Saturday, November 15, 2008

Garden Blogger Bloom Day November 2008

Fall days that have cooled into the 60s and 70s have brought a flush of blooms to Davis gardens. Solanum rantonnetii has bloomed all summer and after getting pruned back over a month ago it has burst forth with another round of color. This is a very forgiving plant matter how much I cut it back to keep some degree of control (I admit there may have been a better plant for this spot) it just stays happy. Except for a month or so midwinter (when it can show its semi-deciduous tendencies if the weather gets cold enough) S. rantonnetii is a trooper.
The potted wax begonias are equally happy, not realizing that soon they will die back and disappear for a month or three before returning in the spring.
I'm happy to see this pink chrysanthemum blooming. I accidentally uprooted it when digging and dividing some overgrown agapanthus a couple months ago. It appears to have forgiven me.

I was surprised to see pea blossoms on these Sugar Ann peas...they are only a few inches high but are beginning to put out a few blooms...maybe we'll have peas for Christmas!
Solanum jasminoides brightens up the west fence .
My new-this-summer Dwarf Indigo Spires is sending up some intense blue blooms near the front door. I'm hoping they were telling the truth and it stays under three feet...I'd have to do some thinking if it ends up needing staking.
Rosa Flower Girl is an old favorite. Although the leaves look a bit worse for the wear by the end of summer, it just keeps blooming and has regained some pink color now that the days are not quite so hot.

Lavandula pinnata bucchii is another long bloomer and is seen here in front of the potted Meyer Lemon with Felicia amelloides and Plumbago auriculata and pelargoniums in the background. Actually, aside from a few chrysanthemums, some annual vinca and the peas, most of the bloomers today are plants that bloom a good part of the year. Here is the list, hopefully fairly complete despite the fact that it is too dark to go take a last look.

Solanum jasminoides
Solanum rantonnetii
Glossy abelia Edward Goucher
Lavandula pinnata bucchii
Plumbago auriculata
Anisodontea Elegant Lady
A. Hibiscus Bits
A. Very Cranberry
Pink Pandorea
Annual Vinca
Wax begonias
Dwarf Carnation Evermore
one clueless tomato blossoms
several clueless pepper blossoms
Salvia Friesland Pink
S. Mulberry Jam
S. Dancing Dolls
S. Victoria Blue
S. greggii
S. Dwarf Indigo Spires
Rosa Flower Girl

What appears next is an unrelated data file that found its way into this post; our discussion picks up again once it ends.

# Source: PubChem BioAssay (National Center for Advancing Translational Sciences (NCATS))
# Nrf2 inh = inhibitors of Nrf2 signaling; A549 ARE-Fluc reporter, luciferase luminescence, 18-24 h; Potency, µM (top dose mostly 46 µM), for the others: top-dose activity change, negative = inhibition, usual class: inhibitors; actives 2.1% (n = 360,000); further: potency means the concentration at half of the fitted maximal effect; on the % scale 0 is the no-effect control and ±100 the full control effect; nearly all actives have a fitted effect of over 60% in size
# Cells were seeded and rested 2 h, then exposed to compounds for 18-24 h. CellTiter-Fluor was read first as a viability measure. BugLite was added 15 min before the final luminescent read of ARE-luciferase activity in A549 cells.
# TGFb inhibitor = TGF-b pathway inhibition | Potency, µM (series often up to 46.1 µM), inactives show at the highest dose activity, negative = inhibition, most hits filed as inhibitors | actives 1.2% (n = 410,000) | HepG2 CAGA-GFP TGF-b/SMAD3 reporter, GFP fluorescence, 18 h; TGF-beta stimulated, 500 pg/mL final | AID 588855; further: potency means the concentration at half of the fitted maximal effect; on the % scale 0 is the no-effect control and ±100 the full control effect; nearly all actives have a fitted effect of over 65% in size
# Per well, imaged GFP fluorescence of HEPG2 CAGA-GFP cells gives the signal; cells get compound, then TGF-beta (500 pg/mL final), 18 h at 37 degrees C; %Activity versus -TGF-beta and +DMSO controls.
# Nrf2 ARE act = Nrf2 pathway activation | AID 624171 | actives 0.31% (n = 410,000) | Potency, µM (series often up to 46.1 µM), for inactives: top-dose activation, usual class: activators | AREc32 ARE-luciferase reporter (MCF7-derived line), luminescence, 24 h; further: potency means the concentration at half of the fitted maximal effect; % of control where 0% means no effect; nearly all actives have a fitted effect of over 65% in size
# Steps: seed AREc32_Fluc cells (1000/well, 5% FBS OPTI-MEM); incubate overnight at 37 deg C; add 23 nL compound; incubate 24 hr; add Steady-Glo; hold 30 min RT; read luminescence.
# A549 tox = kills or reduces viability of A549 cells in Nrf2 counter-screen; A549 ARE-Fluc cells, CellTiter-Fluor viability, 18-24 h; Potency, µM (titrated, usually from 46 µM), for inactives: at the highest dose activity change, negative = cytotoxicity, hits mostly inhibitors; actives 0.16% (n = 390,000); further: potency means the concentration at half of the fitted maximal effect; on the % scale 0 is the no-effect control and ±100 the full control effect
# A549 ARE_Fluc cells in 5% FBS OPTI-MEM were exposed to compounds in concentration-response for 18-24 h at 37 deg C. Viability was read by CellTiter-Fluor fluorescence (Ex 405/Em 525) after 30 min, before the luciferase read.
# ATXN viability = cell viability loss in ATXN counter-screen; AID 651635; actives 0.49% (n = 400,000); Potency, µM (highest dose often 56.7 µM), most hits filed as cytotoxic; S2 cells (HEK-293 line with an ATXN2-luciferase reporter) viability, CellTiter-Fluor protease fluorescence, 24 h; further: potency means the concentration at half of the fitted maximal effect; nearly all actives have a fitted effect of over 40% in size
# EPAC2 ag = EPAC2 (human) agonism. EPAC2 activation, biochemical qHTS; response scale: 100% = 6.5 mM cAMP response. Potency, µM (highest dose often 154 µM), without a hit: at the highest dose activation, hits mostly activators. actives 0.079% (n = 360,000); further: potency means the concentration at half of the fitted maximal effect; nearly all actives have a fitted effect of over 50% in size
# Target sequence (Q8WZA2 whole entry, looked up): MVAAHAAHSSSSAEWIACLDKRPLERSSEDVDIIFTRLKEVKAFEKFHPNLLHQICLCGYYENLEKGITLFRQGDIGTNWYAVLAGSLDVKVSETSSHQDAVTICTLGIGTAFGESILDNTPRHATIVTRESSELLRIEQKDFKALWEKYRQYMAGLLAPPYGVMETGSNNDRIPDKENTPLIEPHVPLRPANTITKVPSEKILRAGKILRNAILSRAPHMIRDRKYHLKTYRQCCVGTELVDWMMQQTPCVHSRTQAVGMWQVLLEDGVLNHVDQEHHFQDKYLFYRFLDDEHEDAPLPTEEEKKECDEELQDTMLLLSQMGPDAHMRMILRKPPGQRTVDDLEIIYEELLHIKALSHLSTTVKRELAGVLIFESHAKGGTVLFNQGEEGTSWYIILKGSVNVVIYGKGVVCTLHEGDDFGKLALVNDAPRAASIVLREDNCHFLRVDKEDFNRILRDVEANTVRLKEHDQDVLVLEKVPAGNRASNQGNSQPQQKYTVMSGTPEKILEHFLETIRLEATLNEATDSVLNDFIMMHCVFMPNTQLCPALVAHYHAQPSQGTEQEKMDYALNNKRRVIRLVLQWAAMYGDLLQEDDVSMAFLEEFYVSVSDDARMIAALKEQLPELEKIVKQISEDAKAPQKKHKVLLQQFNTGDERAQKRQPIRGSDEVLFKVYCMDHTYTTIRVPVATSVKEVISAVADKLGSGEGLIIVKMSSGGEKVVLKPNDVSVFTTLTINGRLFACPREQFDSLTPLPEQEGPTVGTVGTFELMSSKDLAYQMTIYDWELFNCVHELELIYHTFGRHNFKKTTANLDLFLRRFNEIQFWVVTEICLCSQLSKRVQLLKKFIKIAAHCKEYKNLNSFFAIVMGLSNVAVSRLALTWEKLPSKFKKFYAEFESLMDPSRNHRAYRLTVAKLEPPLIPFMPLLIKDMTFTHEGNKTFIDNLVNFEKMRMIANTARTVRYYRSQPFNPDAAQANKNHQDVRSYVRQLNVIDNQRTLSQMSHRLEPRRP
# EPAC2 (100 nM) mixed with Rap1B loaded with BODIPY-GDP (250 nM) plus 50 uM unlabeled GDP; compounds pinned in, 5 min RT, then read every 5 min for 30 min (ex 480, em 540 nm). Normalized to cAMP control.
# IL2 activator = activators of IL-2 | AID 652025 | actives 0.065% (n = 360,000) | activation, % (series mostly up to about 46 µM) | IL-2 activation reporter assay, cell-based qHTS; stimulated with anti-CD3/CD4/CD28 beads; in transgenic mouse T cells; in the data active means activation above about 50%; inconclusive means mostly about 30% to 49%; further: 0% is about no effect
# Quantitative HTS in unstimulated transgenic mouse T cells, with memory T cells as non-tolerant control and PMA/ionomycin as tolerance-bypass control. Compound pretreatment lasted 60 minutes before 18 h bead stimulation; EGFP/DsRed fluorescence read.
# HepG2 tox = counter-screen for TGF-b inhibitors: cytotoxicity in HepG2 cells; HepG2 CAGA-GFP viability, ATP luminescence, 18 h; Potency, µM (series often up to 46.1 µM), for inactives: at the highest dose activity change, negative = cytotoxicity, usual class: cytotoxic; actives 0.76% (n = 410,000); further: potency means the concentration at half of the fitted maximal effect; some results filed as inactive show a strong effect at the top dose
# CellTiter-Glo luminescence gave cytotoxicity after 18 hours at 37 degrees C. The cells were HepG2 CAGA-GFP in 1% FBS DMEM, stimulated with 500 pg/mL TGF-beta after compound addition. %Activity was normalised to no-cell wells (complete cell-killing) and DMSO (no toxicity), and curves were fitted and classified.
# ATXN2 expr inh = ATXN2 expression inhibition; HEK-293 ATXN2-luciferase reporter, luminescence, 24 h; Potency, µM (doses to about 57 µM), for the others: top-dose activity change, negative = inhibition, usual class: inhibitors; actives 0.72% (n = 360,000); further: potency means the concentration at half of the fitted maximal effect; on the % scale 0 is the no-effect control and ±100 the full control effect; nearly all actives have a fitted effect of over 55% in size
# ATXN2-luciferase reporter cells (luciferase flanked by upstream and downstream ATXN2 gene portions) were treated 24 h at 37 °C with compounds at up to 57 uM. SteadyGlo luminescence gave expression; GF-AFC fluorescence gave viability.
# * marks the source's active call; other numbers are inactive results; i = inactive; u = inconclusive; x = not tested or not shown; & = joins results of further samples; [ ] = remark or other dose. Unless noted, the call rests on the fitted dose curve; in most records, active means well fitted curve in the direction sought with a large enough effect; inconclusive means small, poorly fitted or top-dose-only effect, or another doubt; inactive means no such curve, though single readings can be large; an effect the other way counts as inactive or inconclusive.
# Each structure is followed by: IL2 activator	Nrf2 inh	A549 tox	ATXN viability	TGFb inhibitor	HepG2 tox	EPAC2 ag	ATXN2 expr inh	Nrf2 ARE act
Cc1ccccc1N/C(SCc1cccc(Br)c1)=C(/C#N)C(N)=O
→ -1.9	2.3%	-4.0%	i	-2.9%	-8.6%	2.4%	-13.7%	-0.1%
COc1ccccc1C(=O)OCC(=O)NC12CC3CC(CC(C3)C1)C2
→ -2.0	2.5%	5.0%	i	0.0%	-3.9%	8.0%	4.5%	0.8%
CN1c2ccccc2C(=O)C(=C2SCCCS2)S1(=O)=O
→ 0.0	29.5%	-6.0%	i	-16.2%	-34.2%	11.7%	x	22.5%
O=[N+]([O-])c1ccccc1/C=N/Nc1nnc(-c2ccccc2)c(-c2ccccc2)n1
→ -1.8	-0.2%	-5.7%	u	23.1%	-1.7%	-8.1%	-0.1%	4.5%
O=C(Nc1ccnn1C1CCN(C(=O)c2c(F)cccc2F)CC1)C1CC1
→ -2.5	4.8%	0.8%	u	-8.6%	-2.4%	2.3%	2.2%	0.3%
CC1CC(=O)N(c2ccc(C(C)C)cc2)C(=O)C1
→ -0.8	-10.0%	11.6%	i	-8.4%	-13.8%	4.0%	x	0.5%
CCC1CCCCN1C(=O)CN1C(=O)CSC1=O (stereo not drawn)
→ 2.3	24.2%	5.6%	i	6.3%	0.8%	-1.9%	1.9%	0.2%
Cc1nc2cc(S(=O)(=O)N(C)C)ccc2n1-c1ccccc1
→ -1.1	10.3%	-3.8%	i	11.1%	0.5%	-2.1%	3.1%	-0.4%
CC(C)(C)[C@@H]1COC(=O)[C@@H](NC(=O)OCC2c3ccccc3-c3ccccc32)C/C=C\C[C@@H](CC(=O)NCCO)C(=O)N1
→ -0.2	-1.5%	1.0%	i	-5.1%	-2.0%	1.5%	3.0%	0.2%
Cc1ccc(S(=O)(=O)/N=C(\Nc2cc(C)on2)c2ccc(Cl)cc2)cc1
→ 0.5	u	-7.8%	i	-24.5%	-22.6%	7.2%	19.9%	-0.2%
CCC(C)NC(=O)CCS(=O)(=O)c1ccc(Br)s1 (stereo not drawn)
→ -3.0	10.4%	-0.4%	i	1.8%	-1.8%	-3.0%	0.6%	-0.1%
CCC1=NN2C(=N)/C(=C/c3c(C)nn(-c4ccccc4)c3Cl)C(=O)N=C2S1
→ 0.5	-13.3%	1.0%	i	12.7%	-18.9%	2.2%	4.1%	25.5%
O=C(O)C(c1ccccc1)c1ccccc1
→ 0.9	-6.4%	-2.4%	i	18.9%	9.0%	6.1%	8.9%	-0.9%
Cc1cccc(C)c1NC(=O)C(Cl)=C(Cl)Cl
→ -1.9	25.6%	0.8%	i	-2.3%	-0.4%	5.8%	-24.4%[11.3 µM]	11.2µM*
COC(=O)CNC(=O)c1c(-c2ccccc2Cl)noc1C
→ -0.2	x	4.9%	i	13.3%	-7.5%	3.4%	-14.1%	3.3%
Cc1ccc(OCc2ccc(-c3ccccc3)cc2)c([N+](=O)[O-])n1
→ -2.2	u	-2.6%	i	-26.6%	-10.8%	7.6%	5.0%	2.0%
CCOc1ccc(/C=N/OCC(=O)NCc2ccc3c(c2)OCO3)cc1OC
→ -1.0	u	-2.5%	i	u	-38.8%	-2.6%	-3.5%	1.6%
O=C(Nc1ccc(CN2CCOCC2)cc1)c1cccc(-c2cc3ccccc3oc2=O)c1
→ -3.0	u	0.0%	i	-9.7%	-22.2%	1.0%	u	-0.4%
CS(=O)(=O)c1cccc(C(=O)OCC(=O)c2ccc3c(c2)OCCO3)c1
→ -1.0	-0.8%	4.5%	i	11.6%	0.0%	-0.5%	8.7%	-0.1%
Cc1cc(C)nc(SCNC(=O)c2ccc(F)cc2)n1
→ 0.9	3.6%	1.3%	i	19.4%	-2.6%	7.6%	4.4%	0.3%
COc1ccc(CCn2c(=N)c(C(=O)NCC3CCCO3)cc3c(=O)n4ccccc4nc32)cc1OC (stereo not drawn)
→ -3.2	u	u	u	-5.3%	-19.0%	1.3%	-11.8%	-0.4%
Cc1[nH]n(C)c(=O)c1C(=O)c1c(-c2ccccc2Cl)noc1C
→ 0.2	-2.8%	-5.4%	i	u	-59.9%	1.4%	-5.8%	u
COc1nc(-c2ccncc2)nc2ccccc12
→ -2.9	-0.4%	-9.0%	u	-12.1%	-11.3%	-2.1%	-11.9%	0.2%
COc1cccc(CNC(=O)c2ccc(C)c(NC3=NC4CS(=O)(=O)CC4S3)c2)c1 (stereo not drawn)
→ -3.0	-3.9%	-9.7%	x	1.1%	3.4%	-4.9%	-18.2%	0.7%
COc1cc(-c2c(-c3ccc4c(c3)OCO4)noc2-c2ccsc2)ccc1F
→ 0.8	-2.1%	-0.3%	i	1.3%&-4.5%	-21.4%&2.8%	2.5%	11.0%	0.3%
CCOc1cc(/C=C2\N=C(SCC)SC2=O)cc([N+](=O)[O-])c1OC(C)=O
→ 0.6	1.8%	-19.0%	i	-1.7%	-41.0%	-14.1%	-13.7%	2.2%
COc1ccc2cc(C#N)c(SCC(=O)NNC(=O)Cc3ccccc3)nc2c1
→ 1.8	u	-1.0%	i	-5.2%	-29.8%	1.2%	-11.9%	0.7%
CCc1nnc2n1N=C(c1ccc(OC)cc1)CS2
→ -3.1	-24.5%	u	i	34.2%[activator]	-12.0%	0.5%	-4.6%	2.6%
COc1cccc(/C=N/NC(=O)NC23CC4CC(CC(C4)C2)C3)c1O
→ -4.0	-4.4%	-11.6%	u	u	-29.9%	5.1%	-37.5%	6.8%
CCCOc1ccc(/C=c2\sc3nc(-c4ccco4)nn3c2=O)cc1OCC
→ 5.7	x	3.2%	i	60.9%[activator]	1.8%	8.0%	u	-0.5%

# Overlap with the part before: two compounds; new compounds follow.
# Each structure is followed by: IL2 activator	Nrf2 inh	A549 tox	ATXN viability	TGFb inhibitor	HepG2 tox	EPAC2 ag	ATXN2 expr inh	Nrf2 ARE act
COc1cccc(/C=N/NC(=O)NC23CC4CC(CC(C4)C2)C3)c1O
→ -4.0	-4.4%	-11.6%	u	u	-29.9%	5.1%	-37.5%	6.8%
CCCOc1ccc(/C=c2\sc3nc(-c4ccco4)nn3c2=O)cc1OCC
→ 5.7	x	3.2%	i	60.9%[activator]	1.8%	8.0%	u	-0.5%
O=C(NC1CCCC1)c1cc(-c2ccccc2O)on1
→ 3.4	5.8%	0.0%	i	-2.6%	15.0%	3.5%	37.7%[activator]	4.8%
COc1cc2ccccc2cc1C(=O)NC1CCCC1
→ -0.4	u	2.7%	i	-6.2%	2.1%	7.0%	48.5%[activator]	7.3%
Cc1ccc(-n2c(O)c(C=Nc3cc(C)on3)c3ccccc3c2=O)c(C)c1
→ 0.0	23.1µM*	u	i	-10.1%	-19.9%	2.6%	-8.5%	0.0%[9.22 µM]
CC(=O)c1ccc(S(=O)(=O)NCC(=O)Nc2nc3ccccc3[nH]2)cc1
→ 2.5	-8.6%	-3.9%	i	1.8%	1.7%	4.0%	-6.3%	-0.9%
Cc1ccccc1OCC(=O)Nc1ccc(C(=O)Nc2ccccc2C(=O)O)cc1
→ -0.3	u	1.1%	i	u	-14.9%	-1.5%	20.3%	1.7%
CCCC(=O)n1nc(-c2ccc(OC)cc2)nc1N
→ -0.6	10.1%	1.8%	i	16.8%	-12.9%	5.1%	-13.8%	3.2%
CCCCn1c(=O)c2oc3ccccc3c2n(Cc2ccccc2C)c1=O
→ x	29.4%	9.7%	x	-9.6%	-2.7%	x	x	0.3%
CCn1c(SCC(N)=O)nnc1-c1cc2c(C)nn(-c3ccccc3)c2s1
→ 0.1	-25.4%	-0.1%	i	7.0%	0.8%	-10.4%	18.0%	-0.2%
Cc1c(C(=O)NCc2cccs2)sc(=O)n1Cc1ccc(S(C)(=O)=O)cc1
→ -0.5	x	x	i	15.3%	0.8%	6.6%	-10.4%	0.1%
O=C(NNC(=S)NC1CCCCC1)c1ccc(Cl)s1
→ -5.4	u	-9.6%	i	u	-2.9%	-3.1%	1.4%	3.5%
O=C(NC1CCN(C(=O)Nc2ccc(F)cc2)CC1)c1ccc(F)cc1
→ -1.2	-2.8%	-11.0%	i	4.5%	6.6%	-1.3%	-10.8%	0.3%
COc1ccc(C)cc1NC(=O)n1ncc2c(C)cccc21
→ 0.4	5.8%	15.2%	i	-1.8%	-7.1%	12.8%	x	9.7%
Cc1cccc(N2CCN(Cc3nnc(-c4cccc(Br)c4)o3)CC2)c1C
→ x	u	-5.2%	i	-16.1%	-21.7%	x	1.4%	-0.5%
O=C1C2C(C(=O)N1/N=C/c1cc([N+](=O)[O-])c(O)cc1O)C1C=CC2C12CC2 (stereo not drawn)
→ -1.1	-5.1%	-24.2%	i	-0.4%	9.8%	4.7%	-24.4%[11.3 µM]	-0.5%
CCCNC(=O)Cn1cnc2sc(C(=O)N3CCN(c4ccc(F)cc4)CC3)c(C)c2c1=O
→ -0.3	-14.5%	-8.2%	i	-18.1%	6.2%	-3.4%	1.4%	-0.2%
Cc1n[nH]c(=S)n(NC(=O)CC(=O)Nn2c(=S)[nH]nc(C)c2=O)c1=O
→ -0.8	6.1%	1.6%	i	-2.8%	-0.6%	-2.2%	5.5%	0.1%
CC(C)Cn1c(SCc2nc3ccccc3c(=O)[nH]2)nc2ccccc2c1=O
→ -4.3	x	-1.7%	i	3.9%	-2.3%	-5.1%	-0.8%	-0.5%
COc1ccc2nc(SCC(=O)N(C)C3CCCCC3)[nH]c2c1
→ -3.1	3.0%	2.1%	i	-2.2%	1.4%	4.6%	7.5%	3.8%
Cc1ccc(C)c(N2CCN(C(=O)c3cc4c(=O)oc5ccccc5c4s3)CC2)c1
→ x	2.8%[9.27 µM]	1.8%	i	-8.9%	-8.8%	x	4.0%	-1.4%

Abutilon Pink Parasol
Abutilon unknown pink
Bat face cuphea
Bush mallow
For more gardens around the world visit Carol at
Carol began GBBD over a year ago and continues to provide a meeting place for gardeners to share blooms each month.


Mr. McGregor's Daughter said...

Oh, to be in Davis in November. It sounds & looks like heaven.

Carol Michel said...

Fresh homegrown peas for Christmas? Sounds like a wonderful place to garden. Thanks for sharing your blooms with us. It is getting so gray and brown here...

Carol, May Dreams Gardens

Jan said...

You are so fortunate to have such nice weather and a beautiful assortment of blooms! It's getting chilly in VA this time of year! Jan

Cindy, MCOK said...

That purple solanum is calling my name! Dwarf Indigo Spires ... ooohhh, ahhhhh. Keep me posted!

joco said...

Hiya Leslie,

Those two Solanum plants are doing you proud. I do not know the blue rantonnetii one, but it would probably need more heat than I can give it.

The pink rose with the single five petals has the charm of the wild dog rose, but being repeat flowering makes it one I will look out for.

Are you OK out there in California? Some horrific images are coming our way. Keep safe.

Annie in Austin said...

Your Solanum rantonetti looks wonderful, Leslie and so does the white one. Did you realize that success makes you the Solanum expert?
What am I doing wrong? Nearly 2 years ago I planted 2 plants labeled Blue potato vine, and guessed they were S. crispum, Chilean Potato vine. One is in more sun, the other in part shade and neither one has grown much or made a single flower.
Your garden sounds wonderful - sure hope you'll blog about it if those peas really are ready by Christmas!

Annie at the Transplantable Rose

growingagardenindavis said...

Hi MMD! I have to admit it's nice here now but I love seeing through the year how each garden has it's day.
Well, Carol, I can only hope it stays warm enough for the peas. It would be the first time I pull it off!
Welcome, Thanks For 2 Day! I am indeed fortunate and I remind myself frequently of that fact.
Cindy and Annie...the solanum is so easy to grow and I would think it would be happy for both of you. And Annie, your comment answers our past have crispum! I've had way worse luck with that...rantonnetii is the one you want!
Hi Joco...I would guess the solanum would like more heat than you might have. And thanks for asking, yes, I'm far from the fires. I visited my dad this weekend though and we saw the beginnings of the fire/smoke early Sunday...luckily SW of his apartment so we were never in any danger as the fire moved west.

Corner Gardener Sue said...

Hi Leslie,
Thanks for visiting my blog. I am still going through trying to see everyone's GBBD blogs. I have been doing this for a little over a month, and am having so much fun, but at some point I need to allot more time than I have been to housework.

I love your blooms! Baptisia is one plant we have in common. I had a dwarf one that I lost due to a late freeze this year. It didn't stay as small as they said it would, but it was a good looking plant.

Jan said...

Thanks for stopping by today! Jan

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Anonymous said...

Beautiful photos. I wanted to make a calendar from our flower photos, but I've left it too late now!

Connie said...

Lovely blooms....I'll try not to have zone envy. I do appreciate the seasonal break from gardening, though, and a chance to plan and dream. :-)